The Islamic State has claimed credit for a van attack in Barcelona that left 13 dead and more than 100 injured on Thursday, the Associated Press reports. The episode appears to mark the return of Islamic terrorism to Spanish territory after years without a serious incident.
Hours after the Barcelona attack, an Audi A3 rammed into pedestrians in Cambrils, a seaside town about 70 miles southwest of Barcelona, killing one person. The perpertrators were reported to have been wearing fake explosive belts.
They are the latest in a recent spate of vehicular attacks in Europe, starting with the 2016 attacks in Nice, France. Together, automobiles being used as a weapon have killed more than 100 people in London, Berlin, Nice and Stockholm, Reuters reports.
This is the first time Spain has come under a major terrorist attack in over a decade, but it is no stranger to Islamic terrorism. The 2004 Madrid train bombings, carried out by a group of North African extremists, killed 191 people and injured nearly 2,000 after 10 devices packed with dynamite and nails exploded in four trains heading to the Spanish capital. The al-Qaeda inspired attack was the worst terrorist incident in modern European history.
The country responded by beefing up its counter-terrorism apparatus. “We have learned from our experience and mistakes” Alberto Bueno, an expert in Spanish defence policy at the University of Granada, said. “Security agencies have since focused on a preventative approach to stop radicalisation since 2004.” Spain have conducted around 170 operations and made some 700 arrests, and dozens of convictions, against suspected jihadist. Until Thursday, authorities had been effective in thwarting attacks ahead of time: In 2008, for example, officials prevented a Madrid-inspired metro attack planned by suspects linked to Pakistan's Taliban.
Meanwhile, xenophobia in Spain is comparatively low compared to the rest of western Europe. Despite being one of the top five EU states in terms of its Muslim population, which is about 2.1%, the number of nationals or residents to have become foreign fighters in Syria and Iraq are considerably lower. Only around 150 Spaniards are estimated to have travelled to Syria, compared to 1,200 from France. The country is also better integrated. "Here we don’t have ghettos as they do in France" a police chief said in July to El Pais. "The integration of the Muslim population is greater, and there is an incipient second generation. The radicalisation is not so great. If there were 100% integration, the phenomenon would not exist.”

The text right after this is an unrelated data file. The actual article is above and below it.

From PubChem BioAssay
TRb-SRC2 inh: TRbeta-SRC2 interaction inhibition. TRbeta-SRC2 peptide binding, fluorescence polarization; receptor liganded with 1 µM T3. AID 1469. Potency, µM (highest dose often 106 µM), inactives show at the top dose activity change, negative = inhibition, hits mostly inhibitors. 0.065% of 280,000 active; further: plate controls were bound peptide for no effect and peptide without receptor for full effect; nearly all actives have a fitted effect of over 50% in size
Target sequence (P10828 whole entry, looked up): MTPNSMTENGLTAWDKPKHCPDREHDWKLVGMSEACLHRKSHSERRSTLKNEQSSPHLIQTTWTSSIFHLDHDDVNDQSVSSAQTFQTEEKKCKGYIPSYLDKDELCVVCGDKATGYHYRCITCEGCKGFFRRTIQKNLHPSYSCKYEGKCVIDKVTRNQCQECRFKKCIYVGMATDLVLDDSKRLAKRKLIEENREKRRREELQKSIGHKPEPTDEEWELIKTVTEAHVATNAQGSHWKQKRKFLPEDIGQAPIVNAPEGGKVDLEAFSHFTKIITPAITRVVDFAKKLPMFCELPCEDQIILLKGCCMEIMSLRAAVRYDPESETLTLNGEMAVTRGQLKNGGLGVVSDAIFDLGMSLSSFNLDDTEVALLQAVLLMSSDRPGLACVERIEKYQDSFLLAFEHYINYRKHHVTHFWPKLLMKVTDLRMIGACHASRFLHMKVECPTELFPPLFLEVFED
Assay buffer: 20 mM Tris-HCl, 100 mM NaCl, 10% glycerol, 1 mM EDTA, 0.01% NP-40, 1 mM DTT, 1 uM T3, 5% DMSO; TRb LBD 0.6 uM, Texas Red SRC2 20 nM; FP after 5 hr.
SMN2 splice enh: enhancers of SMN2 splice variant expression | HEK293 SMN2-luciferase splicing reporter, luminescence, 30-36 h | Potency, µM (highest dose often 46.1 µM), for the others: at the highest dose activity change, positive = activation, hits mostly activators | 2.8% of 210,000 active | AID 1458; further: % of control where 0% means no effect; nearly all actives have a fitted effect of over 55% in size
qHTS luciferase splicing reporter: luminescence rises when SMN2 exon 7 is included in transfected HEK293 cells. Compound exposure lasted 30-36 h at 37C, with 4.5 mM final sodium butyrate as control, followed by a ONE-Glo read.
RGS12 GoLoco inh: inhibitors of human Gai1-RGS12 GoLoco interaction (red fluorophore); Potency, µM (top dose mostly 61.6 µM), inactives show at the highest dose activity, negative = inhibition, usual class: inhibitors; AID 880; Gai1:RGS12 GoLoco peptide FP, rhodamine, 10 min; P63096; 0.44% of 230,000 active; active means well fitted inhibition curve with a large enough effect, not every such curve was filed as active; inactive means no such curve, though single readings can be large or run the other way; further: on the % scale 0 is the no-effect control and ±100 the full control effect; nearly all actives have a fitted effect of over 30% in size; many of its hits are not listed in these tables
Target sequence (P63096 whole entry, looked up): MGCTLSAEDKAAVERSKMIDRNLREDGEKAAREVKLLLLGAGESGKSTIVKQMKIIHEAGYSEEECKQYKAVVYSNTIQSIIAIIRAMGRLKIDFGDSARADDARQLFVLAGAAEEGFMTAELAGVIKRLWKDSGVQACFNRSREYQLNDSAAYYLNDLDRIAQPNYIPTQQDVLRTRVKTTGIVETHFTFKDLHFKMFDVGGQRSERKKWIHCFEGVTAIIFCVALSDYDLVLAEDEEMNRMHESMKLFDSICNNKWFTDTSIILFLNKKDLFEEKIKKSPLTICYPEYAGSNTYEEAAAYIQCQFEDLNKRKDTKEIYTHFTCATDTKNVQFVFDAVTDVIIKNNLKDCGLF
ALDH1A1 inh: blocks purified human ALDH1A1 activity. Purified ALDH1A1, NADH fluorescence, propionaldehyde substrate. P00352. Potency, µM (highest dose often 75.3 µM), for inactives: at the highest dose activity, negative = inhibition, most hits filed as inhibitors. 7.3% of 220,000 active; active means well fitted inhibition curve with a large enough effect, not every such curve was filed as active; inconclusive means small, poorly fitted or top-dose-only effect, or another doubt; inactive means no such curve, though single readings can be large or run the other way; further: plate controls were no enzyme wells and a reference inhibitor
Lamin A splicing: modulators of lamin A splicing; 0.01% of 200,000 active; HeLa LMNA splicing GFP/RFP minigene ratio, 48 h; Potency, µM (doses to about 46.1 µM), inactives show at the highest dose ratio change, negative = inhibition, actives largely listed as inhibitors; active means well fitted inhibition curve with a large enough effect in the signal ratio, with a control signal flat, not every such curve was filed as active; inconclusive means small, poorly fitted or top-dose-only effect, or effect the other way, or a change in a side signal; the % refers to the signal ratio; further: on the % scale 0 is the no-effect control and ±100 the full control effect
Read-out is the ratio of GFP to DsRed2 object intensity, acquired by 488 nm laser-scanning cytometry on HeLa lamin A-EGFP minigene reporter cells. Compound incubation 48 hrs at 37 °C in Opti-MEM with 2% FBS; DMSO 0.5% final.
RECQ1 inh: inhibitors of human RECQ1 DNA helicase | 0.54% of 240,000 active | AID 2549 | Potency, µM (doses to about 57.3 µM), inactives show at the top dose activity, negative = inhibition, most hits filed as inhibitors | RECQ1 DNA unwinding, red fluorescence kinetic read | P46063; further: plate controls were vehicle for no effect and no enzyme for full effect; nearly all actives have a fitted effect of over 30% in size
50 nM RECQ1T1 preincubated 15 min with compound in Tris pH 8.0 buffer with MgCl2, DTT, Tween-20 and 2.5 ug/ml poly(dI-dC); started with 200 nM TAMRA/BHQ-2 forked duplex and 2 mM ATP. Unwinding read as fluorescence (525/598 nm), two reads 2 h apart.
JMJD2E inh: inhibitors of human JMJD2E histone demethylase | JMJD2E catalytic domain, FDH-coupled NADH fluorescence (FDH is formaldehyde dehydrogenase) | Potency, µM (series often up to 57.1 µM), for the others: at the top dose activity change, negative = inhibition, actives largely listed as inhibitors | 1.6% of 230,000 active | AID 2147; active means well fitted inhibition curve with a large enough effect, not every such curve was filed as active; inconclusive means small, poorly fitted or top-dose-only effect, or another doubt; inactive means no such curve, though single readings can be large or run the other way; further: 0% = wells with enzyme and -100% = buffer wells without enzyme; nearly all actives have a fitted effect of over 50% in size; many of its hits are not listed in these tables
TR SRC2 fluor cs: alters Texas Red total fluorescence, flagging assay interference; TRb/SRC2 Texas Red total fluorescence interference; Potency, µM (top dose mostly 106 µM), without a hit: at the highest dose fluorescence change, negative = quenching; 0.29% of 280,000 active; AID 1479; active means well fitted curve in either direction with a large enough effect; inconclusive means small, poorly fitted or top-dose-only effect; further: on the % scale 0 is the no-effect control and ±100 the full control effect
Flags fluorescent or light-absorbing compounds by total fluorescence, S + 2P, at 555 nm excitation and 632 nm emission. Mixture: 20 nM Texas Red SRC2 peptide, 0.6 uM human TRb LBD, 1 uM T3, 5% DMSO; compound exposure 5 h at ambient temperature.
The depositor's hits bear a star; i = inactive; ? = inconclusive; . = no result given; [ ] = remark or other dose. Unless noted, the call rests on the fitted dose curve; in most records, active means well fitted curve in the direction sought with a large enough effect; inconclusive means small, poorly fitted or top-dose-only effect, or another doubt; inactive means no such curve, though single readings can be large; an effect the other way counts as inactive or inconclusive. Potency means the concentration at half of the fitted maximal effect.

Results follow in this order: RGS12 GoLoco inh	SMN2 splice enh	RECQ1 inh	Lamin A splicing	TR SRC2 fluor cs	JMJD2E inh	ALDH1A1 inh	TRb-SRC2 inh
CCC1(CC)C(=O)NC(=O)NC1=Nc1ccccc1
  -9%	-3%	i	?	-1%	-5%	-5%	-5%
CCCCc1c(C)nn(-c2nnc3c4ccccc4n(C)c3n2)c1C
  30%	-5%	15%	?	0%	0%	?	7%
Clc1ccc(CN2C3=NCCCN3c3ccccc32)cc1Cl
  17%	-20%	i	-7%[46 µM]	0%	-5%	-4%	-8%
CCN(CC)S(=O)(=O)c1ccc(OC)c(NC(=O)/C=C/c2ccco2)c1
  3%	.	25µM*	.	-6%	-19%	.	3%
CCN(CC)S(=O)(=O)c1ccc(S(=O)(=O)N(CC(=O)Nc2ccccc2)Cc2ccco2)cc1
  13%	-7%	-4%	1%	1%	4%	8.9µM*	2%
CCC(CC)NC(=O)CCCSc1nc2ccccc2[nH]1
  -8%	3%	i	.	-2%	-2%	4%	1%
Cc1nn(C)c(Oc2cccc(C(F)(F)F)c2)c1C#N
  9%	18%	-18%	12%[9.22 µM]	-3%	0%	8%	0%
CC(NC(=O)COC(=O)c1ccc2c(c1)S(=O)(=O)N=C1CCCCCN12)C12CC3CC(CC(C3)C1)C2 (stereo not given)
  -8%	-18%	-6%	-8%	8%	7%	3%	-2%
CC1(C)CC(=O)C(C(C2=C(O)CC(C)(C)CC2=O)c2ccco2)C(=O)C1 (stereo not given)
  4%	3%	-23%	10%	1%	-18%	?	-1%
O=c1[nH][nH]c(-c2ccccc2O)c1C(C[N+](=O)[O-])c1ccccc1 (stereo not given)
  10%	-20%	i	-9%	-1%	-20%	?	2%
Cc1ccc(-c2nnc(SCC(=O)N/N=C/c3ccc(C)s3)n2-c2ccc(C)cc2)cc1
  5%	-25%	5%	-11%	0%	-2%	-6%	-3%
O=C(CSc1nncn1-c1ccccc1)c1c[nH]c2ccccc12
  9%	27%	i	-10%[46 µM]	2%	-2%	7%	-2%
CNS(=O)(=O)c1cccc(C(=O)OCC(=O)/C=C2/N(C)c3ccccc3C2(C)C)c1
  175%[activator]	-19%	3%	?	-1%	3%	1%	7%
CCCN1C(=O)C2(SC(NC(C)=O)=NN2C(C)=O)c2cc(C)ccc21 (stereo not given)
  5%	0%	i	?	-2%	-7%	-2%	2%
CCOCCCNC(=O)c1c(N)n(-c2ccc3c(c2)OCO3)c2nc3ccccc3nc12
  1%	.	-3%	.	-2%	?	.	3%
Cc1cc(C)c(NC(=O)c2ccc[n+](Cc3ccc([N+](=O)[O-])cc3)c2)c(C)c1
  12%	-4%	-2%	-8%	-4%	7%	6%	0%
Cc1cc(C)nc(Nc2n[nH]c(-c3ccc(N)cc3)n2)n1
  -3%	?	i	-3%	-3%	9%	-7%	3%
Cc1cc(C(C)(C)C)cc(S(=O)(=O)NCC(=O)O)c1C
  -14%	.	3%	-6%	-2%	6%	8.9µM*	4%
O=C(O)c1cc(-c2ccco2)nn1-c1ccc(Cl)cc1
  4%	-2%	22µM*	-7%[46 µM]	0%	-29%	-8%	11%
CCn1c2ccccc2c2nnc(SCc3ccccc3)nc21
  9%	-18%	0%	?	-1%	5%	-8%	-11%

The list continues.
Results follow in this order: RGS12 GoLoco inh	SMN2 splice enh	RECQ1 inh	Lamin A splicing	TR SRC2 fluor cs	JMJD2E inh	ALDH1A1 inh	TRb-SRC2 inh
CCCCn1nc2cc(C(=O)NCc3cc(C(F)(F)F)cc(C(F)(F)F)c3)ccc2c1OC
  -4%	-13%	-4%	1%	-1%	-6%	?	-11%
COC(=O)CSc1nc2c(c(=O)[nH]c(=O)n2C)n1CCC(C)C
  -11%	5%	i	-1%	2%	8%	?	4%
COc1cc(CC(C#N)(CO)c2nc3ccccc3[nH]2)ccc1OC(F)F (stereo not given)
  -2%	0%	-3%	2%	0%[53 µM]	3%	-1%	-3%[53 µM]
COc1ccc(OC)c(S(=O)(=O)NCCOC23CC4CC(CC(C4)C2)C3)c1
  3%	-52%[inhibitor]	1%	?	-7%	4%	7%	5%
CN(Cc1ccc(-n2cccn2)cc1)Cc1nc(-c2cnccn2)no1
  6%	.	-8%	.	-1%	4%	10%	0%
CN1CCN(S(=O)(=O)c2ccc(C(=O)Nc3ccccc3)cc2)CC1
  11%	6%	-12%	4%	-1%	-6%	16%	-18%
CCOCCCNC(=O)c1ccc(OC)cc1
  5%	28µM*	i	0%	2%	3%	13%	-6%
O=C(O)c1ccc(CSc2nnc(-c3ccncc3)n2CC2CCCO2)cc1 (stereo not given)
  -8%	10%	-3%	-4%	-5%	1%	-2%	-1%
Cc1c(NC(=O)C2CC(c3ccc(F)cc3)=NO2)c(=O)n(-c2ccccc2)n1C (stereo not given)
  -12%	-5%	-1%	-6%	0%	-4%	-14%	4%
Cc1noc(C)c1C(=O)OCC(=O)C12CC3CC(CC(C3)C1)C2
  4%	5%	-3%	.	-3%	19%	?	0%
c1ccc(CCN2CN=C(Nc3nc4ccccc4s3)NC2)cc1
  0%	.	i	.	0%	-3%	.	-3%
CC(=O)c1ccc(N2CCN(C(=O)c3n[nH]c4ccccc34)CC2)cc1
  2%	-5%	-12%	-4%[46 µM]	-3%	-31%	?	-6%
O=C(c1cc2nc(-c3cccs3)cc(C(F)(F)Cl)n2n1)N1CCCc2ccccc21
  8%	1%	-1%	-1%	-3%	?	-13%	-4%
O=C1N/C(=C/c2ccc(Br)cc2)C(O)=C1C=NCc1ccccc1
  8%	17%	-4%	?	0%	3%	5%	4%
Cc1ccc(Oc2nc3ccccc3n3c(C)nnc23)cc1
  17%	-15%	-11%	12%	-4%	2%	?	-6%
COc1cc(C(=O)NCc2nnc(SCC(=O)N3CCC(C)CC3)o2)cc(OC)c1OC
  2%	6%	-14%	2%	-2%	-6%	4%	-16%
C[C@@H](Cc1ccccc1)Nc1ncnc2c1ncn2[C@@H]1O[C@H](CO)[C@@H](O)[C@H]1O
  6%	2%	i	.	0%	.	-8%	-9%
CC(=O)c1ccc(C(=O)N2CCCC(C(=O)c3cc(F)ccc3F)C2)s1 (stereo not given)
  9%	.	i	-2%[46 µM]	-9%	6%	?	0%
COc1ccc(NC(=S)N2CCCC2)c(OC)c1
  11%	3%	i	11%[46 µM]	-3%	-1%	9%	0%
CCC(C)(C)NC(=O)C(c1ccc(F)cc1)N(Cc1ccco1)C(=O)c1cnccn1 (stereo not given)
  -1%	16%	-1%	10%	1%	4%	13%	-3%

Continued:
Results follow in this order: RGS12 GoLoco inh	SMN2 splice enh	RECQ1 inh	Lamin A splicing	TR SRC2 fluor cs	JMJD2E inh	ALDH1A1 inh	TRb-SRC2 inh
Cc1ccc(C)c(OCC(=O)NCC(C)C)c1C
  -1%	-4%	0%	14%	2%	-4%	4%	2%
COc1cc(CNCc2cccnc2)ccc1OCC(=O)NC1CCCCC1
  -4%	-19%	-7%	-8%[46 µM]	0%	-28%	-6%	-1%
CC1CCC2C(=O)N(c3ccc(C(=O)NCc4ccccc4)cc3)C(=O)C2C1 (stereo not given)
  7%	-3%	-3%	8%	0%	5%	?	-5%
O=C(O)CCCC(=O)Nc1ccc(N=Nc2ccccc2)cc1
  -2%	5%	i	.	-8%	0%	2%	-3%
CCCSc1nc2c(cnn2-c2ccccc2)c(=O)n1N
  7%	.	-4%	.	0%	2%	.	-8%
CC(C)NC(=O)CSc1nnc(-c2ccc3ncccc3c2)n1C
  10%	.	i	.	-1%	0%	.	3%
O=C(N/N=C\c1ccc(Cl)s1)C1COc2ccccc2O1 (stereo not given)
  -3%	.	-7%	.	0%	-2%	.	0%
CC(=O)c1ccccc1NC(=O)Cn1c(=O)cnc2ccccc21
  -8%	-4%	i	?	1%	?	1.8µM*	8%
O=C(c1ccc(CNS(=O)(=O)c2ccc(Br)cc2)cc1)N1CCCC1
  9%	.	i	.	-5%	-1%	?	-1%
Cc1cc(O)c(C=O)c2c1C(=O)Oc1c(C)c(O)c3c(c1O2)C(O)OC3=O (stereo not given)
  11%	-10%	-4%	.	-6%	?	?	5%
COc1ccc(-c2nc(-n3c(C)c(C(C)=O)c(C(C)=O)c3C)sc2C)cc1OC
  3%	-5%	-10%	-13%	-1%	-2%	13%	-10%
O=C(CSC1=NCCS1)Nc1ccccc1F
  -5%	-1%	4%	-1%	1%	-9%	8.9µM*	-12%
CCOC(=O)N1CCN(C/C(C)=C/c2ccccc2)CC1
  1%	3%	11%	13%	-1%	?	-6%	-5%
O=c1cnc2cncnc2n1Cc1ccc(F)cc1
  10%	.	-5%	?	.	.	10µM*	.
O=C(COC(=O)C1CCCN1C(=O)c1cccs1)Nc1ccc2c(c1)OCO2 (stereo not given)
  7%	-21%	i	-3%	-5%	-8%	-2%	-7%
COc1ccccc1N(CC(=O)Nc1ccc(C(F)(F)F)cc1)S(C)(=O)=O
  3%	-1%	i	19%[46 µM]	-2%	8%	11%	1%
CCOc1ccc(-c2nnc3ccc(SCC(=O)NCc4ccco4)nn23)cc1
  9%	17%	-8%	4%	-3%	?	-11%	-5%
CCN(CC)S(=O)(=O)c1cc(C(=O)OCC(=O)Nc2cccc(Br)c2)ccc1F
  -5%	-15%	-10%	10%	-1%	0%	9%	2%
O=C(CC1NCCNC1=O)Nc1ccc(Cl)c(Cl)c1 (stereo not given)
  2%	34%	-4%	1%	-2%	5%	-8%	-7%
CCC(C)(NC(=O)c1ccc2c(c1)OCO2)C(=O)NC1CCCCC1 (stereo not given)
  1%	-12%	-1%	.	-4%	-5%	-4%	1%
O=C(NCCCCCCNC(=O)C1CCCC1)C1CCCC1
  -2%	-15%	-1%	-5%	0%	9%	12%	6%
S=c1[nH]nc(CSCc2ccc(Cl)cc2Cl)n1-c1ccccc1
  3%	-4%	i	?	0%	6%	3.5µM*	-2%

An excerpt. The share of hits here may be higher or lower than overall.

Yet that has changed over the past few years. The country has been a partner in the US-led coalition against IS. It has also been taking part in military missions against al-Qaeda in Mali and Iraq. Over the last year, Bueno says, Spain was mentioned at least 45 times in IS propaganda.
This has been attributed to the country holding a special place in Islamic extremists’ ideology because much of its territory was once under Muslim rule between the 8th and 15th century. “It is seen by many [IS] ideologues as a natural territorial part of the end-state caliphate and currently under direct occupation by infidels” Ben Rich, lecturer on international relations at Curtin University, writes in the Conversation.
This has led to an uptick in jihadist activity. In April, police arrested nine suspected members of a jihadi group, believed to have links to the suspects arrested following the 2016 Brussels airport and subway attacks. More recently, authorities caught a suspect in Mallorca who was planning to carry out a knife attack, which, according to the Local Spain, followed "the modus operandi of the recent London Bridge attacks in which eight people were killed and more than 40 injured."
Catalonia, the region where Barcelona is located, is also where Mohamed Atta and Ramzi Binalshibh, who helped plot the September 11, 2001 attacks, met two months before the events to finalise details, according to the Spanish think tank Elcano Royal Institute.
Bueno says these places, as well as the enclave of Ceuta and Melilla on the northern coast of Africa, have become the country’s “hotspots of radicalisation.” He explains that this is caused by the proliferation of Salafist groups in Catalonia and the big number of second generation immigrants who are “looking for an identity and cause to fight for,” he says.